I do not know of many jobs that restrict the use of the bathroom, but teaching is definitely one of them. Years ago we had a principal who said we could not leave our students alone for even a moment, including going to the bathroom. We were responsible for the class’s safety at all times. When asked what we should do, we were told to call the office, and someone would come to stay with our class when we used the bathroom. That would have worked well except for one thing, the school had no one designated to watch a class. During the next faculty meeting the principal questioned us, asking if we actually thought there was someone walking around the school without an assigned task? She said when we called the office, who did we think was there that could watch our class? When reminded that she told us to call the office, she said she was obviously kidding.
I tried very hard not to use the restroom. Goodbye morning coffee. Goodbye water bottle. Use restroom immediately before school. Hold everything until you had a break, which was sometimes three hours. If all else failed, walk the class down the hall towards the teacher’s restroom and have the class sit on the floor, boys on one side and girls on the other. We would play The Quiet Game. If I (Quickly) used the bathroom and didn’t hear any noise, the class would get five additional minutes of recess. Most of the time this worked out nicely, especially if there were teachers or paraprofessionals who were kind enough to stand in their doorway, watching their students and keeping an eye on noisy students sitting in the hall.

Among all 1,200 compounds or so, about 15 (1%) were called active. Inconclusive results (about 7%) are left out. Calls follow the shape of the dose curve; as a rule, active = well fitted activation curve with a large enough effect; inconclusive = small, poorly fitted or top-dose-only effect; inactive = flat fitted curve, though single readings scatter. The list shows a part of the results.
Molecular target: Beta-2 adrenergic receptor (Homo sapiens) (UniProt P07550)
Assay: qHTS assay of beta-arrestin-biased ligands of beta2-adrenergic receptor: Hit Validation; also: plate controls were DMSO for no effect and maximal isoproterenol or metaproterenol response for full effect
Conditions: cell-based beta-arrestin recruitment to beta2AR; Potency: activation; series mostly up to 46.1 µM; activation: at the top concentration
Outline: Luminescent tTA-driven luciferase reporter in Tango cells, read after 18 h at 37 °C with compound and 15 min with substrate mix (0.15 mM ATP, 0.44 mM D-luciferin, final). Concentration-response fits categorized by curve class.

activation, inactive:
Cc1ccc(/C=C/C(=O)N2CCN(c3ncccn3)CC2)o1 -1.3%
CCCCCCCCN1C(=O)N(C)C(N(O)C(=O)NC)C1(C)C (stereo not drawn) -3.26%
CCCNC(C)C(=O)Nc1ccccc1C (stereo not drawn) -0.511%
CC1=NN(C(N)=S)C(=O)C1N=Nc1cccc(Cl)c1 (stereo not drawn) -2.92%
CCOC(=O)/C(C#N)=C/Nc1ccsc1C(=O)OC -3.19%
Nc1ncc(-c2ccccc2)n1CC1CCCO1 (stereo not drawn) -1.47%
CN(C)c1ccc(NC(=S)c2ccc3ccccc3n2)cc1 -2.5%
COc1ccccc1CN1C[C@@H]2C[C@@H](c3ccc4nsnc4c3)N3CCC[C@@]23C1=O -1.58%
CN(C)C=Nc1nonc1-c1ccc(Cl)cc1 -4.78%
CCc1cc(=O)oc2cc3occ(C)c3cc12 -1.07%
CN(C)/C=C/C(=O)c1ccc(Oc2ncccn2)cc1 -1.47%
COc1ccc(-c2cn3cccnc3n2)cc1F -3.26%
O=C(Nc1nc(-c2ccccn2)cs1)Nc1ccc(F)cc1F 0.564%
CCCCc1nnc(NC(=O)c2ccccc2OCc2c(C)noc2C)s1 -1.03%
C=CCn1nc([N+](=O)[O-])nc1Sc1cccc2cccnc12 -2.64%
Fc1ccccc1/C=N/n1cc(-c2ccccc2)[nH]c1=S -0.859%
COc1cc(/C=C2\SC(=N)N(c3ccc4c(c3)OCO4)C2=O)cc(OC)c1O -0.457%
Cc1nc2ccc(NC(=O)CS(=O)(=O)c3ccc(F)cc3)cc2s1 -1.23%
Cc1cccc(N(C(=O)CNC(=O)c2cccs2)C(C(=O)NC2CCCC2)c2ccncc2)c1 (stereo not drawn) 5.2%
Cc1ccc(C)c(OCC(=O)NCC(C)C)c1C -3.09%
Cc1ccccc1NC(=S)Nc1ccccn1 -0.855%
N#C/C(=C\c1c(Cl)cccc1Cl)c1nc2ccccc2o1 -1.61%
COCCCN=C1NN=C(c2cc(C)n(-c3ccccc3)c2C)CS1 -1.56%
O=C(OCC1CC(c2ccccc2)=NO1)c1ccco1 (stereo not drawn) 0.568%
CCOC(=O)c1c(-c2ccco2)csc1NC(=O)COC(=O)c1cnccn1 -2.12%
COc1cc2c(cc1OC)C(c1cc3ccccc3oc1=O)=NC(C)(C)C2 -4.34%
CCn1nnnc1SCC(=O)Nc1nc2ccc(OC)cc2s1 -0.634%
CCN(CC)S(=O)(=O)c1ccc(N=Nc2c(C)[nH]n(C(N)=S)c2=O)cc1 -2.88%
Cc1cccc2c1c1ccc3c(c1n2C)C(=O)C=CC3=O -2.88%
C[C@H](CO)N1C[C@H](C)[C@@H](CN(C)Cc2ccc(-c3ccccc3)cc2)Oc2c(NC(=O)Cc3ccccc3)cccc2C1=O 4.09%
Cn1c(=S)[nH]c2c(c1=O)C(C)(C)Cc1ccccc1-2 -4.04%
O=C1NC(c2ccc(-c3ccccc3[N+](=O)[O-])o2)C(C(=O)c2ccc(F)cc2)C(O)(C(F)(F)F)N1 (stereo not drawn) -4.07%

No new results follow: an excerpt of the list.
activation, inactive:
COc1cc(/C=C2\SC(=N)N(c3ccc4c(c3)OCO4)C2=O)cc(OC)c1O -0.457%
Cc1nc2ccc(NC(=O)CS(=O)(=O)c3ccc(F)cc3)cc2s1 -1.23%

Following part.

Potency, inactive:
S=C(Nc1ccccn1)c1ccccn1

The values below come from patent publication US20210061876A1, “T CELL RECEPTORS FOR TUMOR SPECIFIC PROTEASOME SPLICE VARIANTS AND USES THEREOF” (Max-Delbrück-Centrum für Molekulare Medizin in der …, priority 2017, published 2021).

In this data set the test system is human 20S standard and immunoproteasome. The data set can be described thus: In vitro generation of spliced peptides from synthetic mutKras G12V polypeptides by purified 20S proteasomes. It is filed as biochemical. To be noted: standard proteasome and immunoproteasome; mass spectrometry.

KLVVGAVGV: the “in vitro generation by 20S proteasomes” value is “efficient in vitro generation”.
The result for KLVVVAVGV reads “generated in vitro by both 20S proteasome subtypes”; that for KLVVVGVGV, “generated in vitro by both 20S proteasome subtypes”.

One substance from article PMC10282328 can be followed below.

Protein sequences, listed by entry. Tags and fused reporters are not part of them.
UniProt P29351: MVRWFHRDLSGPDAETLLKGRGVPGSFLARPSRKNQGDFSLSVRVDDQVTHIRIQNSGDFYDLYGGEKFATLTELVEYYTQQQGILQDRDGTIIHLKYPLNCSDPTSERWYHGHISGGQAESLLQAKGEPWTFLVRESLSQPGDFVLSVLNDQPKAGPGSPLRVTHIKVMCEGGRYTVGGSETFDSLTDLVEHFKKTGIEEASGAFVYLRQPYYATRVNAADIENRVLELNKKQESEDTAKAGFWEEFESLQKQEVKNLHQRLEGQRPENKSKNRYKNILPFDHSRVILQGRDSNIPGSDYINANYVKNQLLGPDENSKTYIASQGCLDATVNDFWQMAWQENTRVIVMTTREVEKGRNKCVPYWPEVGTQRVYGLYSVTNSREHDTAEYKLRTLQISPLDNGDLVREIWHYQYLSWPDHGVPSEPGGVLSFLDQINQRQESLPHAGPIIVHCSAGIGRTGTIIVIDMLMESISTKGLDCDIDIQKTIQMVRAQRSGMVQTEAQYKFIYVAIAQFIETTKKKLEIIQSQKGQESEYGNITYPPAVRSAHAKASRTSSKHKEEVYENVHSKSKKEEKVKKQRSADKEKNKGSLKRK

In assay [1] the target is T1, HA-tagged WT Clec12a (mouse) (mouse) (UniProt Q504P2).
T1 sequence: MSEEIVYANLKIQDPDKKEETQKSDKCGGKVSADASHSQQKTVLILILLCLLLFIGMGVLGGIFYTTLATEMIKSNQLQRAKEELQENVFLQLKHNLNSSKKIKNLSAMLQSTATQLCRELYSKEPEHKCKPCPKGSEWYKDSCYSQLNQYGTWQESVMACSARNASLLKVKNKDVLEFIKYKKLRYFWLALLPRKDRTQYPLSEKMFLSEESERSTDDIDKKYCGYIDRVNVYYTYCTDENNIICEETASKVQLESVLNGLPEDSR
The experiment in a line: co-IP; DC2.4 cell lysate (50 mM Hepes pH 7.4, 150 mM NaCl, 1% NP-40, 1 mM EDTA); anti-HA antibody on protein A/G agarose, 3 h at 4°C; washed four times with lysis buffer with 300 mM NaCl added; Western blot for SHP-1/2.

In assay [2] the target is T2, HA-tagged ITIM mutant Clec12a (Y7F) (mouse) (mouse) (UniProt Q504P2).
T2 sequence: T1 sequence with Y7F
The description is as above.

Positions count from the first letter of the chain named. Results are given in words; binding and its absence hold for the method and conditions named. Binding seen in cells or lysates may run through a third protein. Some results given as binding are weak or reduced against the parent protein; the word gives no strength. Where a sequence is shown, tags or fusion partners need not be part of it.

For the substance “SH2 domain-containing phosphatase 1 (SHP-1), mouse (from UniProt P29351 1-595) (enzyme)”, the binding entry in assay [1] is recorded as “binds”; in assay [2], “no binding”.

I can not tell you the best way to handle your class when you need to use the restroom. I have very few suggestions. Ask your coworkers what the school policy is, (There won’t be one). You can ask other teachers how this is handled in your school.
I do have a suggestion on how to handle students and the restroom. Near the door, have a boy’s and girl’s lavatory pass. When a student has to go, they take the pass and put it on their desk. Then they use the lav, taking the pass from the top of their desk and hanging it back on it’s hook when they return. You may have to set a limit of two times during the school day for students who obviously want an extended break, or go to fool around. For fourth and fifth grade classes, I have put A Destination Sheet near the door. There is room for the date, time out, destination, and time in. A pen attached to a string is nearby. This is helpful if student’s misuse the bathroom, and the office wants to know who was out of the room during a certain time.
There must be teachers who have different ideas. Please email them to me at email@example.com.